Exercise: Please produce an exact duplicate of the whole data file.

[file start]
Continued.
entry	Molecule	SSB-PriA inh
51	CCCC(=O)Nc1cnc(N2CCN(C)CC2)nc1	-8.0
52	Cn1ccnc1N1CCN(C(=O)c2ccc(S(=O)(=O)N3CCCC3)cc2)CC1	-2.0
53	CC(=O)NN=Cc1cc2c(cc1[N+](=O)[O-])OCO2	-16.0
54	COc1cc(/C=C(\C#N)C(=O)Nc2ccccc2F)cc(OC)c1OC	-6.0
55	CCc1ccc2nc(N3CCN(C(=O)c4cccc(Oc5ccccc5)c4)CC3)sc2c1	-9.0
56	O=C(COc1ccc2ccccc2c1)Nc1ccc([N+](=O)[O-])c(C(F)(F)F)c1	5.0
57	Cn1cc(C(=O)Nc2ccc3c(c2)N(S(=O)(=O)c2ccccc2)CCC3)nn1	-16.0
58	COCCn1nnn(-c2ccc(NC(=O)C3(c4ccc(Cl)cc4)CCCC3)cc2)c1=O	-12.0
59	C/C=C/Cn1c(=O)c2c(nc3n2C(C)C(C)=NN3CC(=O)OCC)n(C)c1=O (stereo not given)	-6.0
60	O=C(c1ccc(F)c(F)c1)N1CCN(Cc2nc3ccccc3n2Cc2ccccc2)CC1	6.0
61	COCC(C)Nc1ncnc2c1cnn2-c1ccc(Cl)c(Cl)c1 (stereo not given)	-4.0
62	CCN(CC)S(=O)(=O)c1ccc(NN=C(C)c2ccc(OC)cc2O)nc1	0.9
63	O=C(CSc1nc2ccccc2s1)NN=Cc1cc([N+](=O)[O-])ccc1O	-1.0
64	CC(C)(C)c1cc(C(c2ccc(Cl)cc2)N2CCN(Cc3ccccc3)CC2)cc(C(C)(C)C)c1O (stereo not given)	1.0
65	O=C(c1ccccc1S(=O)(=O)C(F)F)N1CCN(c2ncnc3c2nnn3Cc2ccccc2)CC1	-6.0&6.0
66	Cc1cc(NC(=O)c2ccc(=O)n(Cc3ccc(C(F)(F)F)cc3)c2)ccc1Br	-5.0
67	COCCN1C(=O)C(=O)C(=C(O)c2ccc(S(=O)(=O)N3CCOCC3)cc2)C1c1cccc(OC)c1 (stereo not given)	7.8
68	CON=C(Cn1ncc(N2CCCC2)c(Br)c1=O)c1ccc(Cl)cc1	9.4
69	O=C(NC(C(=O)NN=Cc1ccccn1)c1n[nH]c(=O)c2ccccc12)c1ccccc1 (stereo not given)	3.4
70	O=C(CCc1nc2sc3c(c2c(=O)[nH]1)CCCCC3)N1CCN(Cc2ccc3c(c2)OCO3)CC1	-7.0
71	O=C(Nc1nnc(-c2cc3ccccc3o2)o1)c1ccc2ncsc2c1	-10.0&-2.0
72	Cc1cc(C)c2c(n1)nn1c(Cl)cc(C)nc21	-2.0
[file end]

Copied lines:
Continued.
entry	Molecule	SSB-PriA inh
51	CCCC(=O)Nc1cnc(N2CCN(C)CC2)nc1	-8.0
52	Cn1ccnc1N1CCN(C(=O)c2ccc(S(=O)(=O)N3CCCC3)cc2)CC1	-2.0
53	CC(=O)NN=Cc1cc2c(cc1[N+](=O)[O-])OCO2	-16.0
54	COc1cc(/C=C(\C#N)C(=O)Nc2ccccc2F)cc(OC)c1OC	-6.0
55	CCc1ccc2nc(N3CCN(C(=O)c4cccc(Oc5ccccc5)c4)CC3)sc2c1	-9.0
56	O=C(COc1ccc2ccccc2c1)Nc1ccc([N+](=O)[O-])c(C(F)(F)F)c1	5.0
57	Cn1cc(C(=O)Nc2ccc3c(c2)N(S(=O)(=O)c2ccccc2)CCC3)nn1	-16.0
58	COCCn1nnn(-c2ccc(NC(=O)C3(c4ccc(Cl)cc4)CCCC3)cc2)c1=O	-12.0
59	C/C=C/Cn1c(=O)c2c(nc3n2C(C)C(C)=NN3CC(=O)OCC)n(C)c1=O (stereo not given)	-6.0
60	O=C(c1ccc(F)c(F)c1)N1CCN(Cc2nc3ccccc3n2Cc2ccccc2)CC1	6.0
61	COCC(C)Nc1ncnc2c1cnn2-c1ccc(Cl)c(Cl)c1 (stereo not given)	-4.0
62	CCN(CC)S(=O)(=O)c1ccc(NN=C(C)c2ccc(OC)cc2O)nc1	0.9
63	O=C(CSc1nc2ccccc2s1)NN=Cc1cc([N+](=O)[O-])ccc1O	-1.0
64	CC(C)(C)c1cc(C(c2ccc(Cl)cc2)N2CCN(Cc3ccccc3)CC2)cc(C(C)(C)C)c1O (stereo not given)	1.0
65	O=C(c1ccccc1S(=O)(=O)C(F)F)N1CCN(c2ncnc3c2nnn3Cc2ccccc2)CC1	-6.0&6.0
66	Cc1cc(NC(=O)c2ccc(=O)n(Cc3ccc(C(F)(F)F)cc3)c2)ccc1Br	-5.0
67	COCCN1C(=O)C(=O)C(=C(O)c2ccc(S(=O)(=O)N3CCOCC3)cc2)C1c1cccc(OC)c1 (stereo not given)	7.8
68	CON=C(Cn1ncc(N2CCCC2)c(Br)c1=O)c1ccc(Cl)cc1	9.4
69	O=C(NC(C(=O)NN=Cc1ccccn1)c1n[nH]c(=O)c2ccccc12)c1ccccc1 (stereo not given)	3.4
70	O=C(CCc1nc2sc3c(c2c(=O)[nH]1)CCCCC3)N1CCN(Cc2ccc3c(c2)OCO3)CC1	-7.0
71	O=C(Nc1nnc(-c2cc3ccccc3o2)o1)c1ccc2ncsc2c1	-10.0&-2.0
72	Cc1cc(C)c2c(n1)nn1c(Cl)cc(C)nc21	-2.0